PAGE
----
Robert’s Review: No possums were harmed in the writing of this story, and our furry friend has not been spotted since; although the sticks have been disturbed on occasion.
ꚉ ꚉ ꚉ ꚉ ꚉ ꚉ ꚉ ꚉ ꚉ ꚉ ꚉ ꚉ ꚉ ꚉ ꚉ ꚉ ꚉ ꚉ ꚉ ꚉ ꚉ ꚉ ꚉ ꚉ ꚉ ꚉ ꚉ ꚉ ꚉ ꚉ ꚉ ꚉ ꚉ ꚉ ꚉ
Something was leaving little piles of its dietary eliminations in our garage, a structure at the back of our property which was more like a carport with a roof and doors badly in need of repair. We housed our yard equipment and my husband’s larger wood-working tools along with stacks of wood to be worked. The deliverer of these poop gifts was a mystery for months.
In the fall, after the time changed, we more often arrived home, driving into the driveway to the back of the house, after dark. One night, as our headlights illuminated the crumbling garage doors, we spotted stealthy movement as something wiggled its way into a gap in the doors where rotting wood did not quite meet the ground. It felt like a Ghost Hunters moment. If we had captured it on film, we would have played it back in slow motion. The mystery grabbed us with a stronger hold.
We were now on surveillance for a crapping, nocturnal critter. Once more returning in the dark of early evening, we were both startled as something skirted the front of the garage under our headlights and escaped around the corner into the tight space between garage and fence. Once again, we felt we had captured a glimpse of some shy, spectral creature. Next day my husband found a new friend. In the loft space at the back of the garage, a possum stood, gazing at the man as if he were the rude intruder. It had made its nest of leaves between a box for the kayak rack and another housing a decorative metal work. It was a bit of a shock even in daylight.
By the time I came home in the afternoon, my man had already called a pest control company to remove the offending squatter from the working space of our garage. The bad news came as a jolt to my senses. The man would trap the possum and then euthanize it per NC state law! And….it would cost us $350 because he had to come out each day to monitor the trap (as if we could not do that and call him to come retrieve it). Mr. Pest Control became Enemy of the People (in this house) and his services were cancelled. He insisted on following the law, a confusing jumble of if this, then that type of information.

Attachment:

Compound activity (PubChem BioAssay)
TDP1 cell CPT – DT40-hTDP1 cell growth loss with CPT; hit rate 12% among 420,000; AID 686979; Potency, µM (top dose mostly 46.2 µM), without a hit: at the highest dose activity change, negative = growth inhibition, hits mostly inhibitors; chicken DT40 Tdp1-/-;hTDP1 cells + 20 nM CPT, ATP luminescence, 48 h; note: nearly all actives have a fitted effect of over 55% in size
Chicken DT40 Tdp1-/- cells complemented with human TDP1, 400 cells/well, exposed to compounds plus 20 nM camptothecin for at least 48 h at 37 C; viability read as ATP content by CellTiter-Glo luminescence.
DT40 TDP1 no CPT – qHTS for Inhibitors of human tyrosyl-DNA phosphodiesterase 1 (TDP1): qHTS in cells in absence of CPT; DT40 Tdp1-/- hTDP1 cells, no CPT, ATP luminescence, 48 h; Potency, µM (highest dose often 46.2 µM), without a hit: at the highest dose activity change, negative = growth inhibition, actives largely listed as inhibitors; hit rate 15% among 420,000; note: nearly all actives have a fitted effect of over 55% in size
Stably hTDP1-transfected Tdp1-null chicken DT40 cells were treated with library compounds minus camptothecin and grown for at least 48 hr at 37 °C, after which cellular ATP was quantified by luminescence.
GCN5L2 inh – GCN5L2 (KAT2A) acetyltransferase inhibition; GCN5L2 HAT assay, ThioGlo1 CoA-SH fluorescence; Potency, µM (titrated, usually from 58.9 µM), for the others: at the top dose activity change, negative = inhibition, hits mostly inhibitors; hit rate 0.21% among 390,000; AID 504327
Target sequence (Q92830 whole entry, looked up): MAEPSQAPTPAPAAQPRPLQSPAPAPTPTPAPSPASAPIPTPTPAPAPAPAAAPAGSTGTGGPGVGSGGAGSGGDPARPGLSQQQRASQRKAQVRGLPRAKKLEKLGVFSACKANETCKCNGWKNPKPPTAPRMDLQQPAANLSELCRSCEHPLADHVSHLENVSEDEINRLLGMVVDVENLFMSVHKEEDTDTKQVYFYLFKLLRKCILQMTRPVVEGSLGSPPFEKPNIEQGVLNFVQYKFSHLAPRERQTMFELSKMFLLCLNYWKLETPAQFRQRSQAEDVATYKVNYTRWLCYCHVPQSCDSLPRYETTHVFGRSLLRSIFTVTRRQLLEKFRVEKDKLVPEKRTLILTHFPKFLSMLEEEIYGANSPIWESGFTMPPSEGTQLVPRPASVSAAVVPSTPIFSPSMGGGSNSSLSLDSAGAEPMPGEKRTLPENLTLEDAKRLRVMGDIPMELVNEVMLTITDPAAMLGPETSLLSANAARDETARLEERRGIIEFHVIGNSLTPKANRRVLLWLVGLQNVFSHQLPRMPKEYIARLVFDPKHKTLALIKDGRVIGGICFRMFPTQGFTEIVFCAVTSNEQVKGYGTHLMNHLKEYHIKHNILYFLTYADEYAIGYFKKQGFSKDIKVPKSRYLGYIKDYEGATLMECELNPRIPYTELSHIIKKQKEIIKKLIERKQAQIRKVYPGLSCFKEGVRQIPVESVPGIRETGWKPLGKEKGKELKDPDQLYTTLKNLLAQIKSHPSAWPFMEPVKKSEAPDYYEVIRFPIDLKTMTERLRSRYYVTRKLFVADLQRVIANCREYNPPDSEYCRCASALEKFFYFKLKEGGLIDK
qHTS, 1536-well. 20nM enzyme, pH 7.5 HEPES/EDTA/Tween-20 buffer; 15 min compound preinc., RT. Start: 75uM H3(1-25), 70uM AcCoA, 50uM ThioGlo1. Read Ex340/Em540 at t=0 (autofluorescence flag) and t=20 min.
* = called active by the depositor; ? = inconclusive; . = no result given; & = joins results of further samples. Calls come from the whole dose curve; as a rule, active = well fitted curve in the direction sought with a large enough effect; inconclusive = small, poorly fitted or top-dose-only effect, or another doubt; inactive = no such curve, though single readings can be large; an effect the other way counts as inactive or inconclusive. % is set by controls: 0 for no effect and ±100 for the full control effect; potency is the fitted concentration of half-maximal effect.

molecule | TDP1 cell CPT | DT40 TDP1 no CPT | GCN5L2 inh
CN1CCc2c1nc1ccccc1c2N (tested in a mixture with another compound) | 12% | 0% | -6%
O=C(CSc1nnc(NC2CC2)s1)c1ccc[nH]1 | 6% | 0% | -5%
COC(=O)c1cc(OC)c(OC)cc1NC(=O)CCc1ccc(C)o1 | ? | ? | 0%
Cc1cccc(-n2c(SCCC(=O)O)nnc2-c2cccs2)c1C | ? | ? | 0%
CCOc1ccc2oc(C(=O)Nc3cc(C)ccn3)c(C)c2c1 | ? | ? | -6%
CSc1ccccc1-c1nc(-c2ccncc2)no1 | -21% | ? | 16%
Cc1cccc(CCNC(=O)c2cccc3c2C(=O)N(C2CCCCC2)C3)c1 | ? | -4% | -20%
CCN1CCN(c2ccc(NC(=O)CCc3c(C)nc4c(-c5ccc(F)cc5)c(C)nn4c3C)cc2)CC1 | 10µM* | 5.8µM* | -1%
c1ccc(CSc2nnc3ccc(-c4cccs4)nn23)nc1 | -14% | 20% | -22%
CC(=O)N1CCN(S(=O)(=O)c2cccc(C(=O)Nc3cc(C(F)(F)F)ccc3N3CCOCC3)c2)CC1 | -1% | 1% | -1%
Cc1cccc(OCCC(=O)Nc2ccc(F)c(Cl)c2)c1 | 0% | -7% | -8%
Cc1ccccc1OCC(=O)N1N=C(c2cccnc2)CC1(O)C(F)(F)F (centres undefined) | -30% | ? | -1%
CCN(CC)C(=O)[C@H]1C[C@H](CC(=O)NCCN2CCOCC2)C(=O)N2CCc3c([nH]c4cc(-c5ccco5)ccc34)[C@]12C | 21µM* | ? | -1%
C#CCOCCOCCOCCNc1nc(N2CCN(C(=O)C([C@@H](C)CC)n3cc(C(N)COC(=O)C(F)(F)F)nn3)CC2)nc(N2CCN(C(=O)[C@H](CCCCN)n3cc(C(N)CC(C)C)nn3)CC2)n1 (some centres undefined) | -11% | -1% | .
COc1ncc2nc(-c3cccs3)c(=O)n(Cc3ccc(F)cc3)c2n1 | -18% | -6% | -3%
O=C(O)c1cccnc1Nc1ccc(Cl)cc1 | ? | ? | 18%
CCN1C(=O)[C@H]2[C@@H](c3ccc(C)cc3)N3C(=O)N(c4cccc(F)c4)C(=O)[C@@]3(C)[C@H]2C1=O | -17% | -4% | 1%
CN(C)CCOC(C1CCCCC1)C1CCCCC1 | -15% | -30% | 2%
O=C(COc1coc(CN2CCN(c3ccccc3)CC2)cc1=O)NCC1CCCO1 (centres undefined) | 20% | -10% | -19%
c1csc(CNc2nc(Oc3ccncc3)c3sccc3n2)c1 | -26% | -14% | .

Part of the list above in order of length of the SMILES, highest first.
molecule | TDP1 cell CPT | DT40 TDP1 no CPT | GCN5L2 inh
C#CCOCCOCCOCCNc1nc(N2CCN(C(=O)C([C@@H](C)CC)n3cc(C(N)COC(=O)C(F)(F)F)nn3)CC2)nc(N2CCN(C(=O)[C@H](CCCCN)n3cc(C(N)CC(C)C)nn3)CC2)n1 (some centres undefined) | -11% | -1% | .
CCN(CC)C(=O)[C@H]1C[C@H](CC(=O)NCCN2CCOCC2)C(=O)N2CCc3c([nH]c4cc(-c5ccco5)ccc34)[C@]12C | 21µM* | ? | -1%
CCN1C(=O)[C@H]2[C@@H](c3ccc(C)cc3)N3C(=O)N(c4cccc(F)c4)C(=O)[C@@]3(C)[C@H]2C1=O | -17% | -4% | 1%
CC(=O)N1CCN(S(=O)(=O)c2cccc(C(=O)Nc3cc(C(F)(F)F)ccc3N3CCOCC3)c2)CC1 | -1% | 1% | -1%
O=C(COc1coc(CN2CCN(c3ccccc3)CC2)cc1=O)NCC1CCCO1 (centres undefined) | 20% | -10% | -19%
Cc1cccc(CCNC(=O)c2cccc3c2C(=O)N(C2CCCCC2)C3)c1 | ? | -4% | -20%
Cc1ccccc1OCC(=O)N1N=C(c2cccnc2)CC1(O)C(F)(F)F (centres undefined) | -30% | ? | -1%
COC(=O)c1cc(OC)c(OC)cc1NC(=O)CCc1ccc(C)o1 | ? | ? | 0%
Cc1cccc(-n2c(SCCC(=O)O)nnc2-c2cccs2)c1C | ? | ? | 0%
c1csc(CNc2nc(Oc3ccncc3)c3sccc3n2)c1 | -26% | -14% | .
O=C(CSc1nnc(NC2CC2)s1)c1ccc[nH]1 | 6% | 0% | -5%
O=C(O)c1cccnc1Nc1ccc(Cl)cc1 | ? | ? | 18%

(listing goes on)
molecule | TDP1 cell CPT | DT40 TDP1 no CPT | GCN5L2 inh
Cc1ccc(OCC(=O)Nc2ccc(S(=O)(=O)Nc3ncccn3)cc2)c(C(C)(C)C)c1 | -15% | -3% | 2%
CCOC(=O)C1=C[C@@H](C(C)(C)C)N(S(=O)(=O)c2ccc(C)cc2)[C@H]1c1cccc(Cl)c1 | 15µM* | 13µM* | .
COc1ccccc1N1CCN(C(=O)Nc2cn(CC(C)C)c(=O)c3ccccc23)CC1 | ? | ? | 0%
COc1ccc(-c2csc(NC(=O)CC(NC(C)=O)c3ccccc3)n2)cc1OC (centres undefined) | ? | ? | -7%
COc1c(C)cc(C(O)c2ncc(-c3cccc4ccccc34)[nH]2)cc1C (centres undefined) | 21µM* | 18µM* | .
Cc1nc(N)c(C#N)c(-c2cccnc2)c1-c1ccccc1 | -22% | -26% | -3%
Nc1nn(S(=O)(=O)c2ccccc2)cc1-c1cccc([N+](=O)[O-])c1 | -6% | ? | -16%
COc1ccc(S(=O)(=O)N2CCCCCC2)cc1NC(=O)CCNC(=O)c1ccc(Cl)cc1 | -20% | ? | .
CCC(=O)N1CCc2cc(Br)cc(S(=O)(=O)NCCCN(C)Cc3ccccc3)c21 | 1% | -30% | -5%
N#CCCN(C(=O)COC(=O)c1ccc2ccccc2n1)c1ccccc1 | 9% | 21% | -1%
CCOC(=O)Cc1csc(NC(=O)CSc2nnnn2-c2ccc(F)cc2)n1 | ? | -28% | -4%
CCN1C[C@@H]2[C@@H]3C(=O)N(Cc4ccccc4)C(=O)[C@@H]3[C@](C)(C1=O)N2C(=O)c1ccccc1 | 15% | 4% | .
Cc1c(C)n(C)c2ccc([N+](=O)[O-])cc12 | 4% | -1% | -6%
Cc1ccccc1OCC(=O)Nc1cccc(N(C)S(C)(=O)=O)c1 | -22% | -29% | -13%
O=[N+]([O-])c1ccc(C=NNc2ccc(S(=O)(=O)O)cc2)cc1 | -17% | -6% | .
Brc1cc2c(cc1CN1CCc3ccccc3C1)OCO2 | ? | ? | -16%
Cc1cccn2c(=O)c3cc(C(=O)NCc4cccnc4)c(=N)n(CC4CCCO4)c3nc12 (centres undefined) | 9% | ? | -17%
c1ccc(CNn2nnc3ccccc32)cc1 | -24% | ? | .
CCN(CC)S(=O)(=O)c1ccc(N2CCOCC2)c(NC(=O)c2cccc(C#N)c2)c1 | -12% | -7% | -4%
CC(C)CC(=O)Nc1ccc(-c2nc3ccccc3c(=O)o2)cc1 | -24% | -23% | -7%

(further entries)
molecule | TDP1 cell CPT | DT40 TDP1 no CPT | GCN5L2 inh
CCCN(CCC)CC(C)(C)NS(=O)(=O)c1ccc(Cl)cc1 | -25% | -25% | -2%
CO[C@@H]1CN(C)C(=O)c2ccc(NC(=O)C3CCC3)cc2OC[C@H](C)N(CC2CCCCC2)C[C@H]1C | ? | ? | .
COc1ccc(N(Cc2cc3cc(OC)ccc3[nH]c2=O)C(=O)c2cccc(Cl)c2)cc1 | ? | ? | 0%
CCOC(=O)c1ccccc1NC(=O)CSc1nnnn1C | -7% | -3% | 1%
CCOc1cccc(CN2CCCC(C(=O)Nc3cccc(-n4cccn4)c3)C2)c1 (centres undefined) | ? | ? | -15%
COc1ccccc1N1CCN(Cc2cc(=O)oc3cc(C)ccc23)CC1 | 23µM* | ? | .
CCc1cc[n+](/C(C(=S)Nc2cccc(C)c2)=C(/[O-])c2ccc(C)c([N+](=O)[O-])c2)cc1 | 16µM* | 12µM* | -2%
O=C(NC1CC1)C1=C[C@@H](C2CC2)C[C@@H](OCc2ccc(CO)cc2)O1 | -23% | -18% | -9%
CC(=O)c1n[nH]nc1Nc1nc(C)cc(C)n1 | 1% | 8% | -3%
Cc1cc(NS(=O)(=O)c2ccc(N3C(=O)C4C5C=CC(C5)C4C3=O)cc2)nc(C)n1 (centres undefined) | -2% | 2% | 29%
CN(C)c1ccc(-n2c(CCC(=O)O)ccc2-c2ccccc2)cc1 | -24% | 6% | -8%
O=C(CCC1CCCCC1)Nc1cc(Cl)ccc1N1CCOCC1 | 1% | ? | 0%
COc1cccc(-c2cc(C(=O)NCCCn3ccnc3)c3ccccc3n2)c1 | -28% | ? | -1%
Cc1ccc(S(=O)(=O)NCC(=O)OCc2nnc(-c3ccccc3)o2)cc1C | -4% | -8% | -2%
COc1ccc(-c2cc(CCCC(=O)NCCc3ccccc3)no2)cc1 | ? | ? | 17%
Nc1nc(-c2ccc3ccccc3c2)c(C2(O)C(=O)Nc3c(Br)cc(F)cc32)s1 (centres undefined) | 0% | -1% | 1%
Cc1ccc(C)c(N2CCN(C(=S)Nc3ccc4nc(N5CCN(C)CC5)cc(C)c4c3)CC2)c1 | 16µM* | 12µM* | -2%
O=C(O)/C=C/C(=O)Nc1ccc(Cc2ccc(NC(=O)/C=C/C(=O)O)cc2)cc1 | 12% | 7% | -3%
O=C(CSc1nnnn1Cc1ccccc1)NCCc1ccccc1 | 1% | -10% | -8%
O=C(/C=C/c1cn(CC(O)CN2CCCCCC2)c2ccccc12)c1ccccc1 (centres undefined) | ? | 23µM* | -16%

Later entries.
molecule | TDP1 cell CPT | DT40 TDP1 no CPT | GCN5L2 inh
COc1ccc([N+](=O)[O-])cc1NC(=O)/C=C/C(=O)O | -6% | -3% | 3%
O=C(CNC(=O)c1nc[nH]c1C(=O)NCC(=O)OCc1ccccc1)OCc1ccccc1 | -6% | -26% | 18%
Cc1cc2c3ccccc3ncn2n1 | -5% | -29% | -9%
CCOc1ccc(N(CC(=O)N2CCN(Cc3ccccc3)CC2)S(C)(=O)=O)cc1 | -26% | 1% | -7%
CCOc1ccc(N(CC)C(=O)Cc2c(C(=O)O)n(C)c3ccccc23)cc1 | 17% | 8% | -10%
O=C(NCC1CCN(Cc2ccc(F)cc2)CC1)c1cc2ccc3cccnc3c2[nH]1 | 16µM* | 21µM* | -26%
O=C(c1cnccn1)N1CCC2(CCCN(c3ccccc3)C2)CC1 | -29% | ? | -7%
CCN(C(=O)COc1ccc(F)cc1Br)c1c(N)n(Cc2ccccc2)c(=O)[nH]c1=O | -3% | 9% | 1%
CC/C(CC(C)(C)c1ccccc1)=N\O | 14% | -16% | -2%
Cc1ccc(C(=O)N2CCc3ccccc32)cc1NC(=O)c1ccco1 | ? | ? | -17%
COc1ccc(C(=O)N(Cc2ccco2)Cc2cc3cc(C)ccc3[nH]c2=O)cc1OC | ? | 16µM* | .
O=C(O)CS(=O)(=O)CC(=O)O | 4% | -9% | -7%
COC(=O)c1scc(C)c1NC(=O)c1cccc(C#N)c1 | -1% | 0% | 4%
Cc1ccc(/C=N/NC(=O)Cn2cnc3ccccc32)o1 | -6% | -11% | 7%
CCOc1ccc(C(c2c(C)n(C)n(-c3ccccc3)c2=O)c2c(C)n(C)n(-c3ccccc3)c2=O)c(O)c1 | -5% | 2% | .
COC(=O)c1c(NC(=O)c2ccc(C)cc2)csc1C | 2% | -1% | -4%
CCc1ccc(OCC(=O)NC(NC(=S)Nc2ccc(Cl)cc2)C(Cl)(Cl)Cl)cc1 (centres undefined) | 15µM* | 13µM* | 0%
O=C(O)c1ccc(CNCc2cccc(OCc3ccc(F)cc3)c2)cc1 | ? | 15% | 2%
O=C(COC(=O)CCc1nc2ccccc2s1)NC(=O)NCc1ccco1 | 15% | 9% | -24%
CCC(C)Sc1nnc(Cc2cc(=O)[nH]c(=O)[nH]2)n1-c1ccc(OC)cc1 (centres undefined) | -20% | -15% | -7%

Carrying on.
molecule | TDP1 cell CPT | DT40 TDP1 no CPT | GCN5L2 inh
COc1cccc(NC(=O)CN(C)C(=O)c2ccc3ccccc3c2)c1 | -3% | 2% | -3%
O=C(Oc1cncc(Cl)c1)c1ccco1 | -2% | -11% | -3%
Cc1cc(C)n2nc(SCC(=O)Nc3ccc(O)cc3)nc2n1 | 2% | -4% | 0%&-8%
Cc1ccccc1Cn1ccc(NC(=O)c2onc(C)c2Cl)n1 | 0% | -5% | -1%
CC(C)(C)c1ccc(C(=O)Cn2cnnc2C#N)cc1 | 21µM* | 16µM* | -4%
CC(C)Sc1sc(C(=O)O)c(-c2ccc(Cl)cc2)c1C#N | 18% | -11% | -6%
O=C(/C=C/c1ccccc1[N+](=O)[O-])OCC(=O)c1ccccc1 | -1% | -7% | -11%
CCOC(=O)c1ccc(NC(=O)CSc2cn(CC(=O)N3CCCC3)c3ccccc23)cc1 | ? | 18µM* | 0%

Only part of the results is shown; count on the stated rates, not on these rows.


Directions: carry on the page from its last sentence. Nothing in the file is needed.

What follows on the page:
As far as I can ascertain, you can capture an animal but cannot release it onto any public lands (fear of spreading a disease to others like it?) or onto any private property without the written consent of that property’s owner. You could be smacked with a fine and then still have the beast, or worse, the offended authority might take your cute little critter and its life.
I managed to squeeze out my objections from between my tight lips. This was not my first possum rodeo. In Houston, our neighborhood on the bayou was a roaming ground for much wildlife. I wrote a blog story about it. This Wild Life. I usually found possums, squirrels, raccoons and rats traveling the cross piece on the wooden fence which surrounded our back yard. It was like a critter highway, up and away from dogs and most cats. None of our fence freeway commuters ever invaded our living/working spaces, so we left them to their own devices, to eat our compost and hunt for ticks and cockroaches.
One day I encountered a distressing sight a short distance from the usual critter fence path. It was a very sick-looking possum, quivering on my front lawn. It was nearly hairless, its ribs clearly visible. I called the animal control division of our local city government only to be told they did not come out to remove opossums, even if they looked old and sick. This was a shock to me. Possums don’t usually carry rabies, but can be infected with distemper and leprosy. Neighbors informed me of similar stories. It seemed this poor thing had been roaming the yards of my neighborhood, dodging pets and well-meaning people. I had no choice but to leave it be. Who knows how long it lasted, suffering in this decrepit state? I told my neighbors with children to watch out for this most-likely diseased wildlife.